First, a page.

As need for aid grows in Holy Land, order expands in Malta

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Archbishop Charles J Scicluna, Archbishop of Malta, presided over the annual investiture of knights and dames of the Lieutenancy of Malta of the Equestrian Order of the Holy Sepulchre of Jerusalem at St. John’s Co-Cathedral in Valletta on Nov. 18. (Courtesy photo)

VALLETTA — In a solemn ceremony held at St. John’s Co-Cathedral, Archbishop Charles J. Scicluna, Archbishop of Malta, presided over the annual investiture of knights and dames of the Lieutenancy of Malta of the Equestrian Order of the Holy Sepulchre of Jerusalem Nov. 18.

In the presence of foreign dignitaries and guests, 16 new candidates were initiated into the order. Notably, this investiture marked a historic moment as three candidates from Sardinia, Italy, were invested in Malta for the first time, strengthening the bonds of the ancient order.

With 12 candidates being prepared for reception next year, Roberto Buontempo, Ambassador-Designate to Hungary and Lieutenant of the Lieutenancy of Malta, is enthusiastic about the order’s growth. “It is a very positive time for our Lieutenancy,” Buontempo told Our Sunday Visitor.

Growth in the order’s membership in Malta will undoubtedly impact the order’s philanthropic mission: to support Christians in the Holy Land.

Newly invested dames of the Lieutenancy of Malta of the Equestrian Order of the Holy Sepulchre of Jerusalem in St. John Co-Cathedral in Valletta on Nov. .

The impact of the Hamas-Israel war

“The current scenario erased much of what was achieved in past years,” Buontempo said. Sharing distressing examples of the conflict’s toll, Buontempo recounted the destruction of the Greek Orthodox Cultural Centre in Jerusalem, which housed thousands of people before being razed to the ground.

Buontempo highlighted the extensive work undertaken by the Order in the Holy Land. Emphasizing the order’s role in sustaining parishes, schools, hospitals, and various humanitarian programs, he lamented the disruption caused by the ongoing conflict, which brought these vital initiatives to a standstill, leaving the Christian community in Gaza in a dire situation.

“Hamas ideology is to be condemned of course, but not all the people of Gaza are Hamas,” Buontempo lamented. “The innocent suffer the most, always.”

Despite these hardships, he highlighted a glimmer of hope as 700 people have found refuge in a Catholic parish in Gaza, where the order provides essential support, including food, clean water, mattresses and limited electricity. The order has launched a humanitarian fund to be distributed by the Latin Patriarchate to provide more assistance.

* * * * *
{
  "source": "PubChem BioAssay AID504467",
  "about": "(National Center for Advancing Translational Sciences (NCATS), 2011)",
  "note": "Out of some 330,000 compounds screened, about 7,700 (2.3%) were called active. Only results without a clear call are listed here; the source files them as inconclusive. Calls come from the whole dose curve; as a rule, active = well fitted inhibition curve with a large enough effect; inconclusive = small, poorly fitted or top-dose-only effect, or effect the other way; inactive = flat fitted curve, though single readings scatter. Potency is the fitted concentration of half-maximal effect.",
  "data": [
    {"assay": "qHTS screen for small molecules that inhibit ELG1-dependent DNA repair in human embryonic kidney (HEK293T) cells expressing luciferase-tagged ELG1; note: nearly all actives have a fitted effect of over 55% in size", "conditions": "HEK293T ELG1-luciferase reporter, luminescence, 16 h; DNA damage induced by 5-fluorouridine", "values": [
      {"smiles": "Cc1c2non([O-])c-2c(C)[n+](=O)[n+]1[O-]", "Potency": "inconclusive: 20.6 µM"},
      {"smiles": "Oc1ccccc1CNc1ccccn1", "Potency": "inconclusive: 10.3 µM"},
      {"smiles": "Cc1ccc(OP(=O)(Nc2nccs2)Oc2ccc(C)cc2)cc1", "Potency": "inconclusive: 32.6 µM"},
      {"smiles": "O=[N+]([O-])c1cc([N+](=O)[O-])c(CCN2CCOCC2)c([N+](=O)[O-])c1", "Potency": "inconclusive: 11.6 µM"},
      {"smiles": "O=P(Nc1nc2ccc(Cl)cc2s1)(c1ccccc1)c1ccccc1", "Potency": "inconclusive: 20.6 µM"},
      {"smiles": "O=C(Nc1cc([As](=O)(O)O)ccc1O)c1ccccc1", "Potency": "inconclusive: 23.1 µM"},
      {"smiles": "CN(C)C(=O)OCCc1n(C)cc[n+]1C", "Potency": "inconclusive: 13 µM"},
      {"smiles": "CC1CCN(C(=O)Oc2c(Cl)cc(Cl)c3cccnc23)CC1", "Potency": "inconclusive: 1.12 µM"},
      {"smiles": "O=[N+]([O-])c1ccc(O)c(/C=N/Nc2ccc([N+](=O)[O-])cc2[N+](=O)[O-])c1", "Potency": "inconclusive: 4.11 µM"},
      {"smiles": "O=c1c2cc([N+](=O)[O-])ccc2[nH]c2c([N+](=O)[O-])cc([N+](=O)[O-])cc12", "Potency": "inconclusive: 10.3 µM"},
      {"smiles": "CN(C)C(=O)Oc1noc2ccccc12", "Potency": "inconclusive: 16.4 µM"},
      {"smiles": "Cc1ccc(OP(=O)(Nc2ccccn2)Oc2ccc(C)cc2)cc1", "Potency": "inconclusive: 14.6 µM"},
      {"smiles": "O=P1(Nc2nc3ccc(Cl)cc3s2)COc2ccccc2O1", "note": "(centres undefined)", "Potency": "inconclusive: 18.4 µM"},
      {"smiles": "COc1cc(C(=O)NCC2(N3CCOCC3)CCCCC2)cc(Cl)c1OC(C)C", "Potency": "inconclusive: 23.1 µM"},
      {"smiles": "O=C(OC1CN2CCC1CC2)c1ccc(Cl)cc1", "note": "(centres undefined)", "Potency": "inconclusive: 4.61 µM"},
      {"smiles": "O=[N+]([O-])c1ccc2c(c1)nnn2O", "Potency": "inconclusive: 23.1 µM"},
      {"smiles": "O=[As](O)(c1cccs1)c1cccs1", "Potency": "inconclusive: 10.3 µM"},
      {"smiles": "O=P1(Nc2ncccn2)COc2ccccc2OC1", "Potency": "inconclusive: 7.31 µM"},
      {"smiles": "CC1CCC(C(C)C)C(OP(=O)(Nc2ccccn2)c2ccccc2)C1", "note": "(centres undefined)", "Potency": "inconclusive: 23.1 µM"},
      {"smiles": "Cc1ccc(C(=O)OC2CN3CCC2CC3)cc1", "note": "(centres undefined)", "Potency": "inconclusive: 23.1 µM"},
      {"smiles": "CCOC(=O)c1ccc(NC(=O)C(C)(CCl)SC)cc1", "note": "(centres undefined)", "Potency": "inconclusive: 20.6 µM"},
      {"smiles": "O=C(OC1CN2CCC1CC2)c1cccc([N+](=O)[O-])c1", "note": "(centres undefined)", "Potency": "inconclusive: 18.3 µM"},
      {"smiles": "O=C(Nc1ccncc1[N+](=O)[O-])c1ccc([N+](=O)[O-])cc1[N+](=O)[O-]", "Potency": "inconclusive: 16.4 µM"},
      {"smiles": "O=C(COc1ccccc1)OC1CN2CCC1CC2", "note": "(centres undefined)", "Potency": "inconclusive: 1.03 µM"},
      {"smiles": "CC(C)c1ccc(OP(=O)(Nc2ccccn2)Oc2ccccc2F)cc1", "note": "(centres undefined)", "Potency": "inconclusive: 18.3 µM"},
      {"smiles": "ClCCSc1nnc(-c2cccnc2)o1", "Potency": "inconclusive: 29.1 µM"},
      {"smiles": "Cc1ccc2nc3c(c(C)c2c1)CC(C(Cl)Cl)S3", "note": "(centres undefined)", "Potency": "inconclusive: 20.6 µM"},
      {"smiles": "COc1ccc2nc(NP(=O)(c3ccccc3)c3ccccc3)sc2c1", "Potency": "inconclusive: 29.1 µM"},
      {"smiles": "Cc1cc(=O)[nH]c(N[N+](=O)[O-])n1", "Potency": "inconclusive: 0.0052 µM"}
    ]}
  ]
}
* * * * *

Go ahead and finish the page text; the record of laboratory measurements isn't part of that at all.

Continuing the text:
Aiding Christians in the Holy Land

Christians are a very small minority in the Holy Land. “Before the war, they were already suffering this imbalance, but at least they used to live and work in their homeland,” Buontempo said. Many Christians have since had their work permits revoked. The permits are required to work in occupied territory so they now find themselves without jobs to feed their families. “Many lost their homes; many lost everything,” Buontempo said. “The situation is extremely desperate.”

Addressing the impact of the conflict on the region’s economy, Buontempo lamented the halt of pilgrimages that brought much-needed funding to the Holy Land. With thousands of daily visitors contributing to the livelihoods of Christians, Muslims and Jews alike, the indefinite suspension of these pilgrimages poses a significant challenge to economic recovery.

Support of the Church in Malta

Members of the order have had a presence in Malta since the 19th century, though the lieutenancy was not officially established until 1996. The Lieutenancy of Malta now comprises 113 members, including knights, dames, clerics and even a cardinal.

St. John Co-Cathedral was built by the Order of St John between 1573-1578. It is home to the largest painted canvas by Caravaggio, ‘The Beheading of Saint John the Baptist,’ the only known painting signed by the artist.

The order plays a pivotal role for Buontempo, not only in illuminating the needs in the Holy Land but also in shaping exemplary Christian lives closer to home. “The Order helps to form its members and to a certain extent, their immediate families, to live an exemplary Christian life and to also help their local churches,” Buontempo said. 

The Lieutenancy actively engages in community activities, supporting local churches across Malta and Gozo. This year marked a significant milestone with the inauguration of the Gozo Delegation, demonstrating the expansion of the order’s influence and outreach.

“Malta is a small reality,” said Buontempo, “but with a very big heart!”

Our Sunday Visitor Staff

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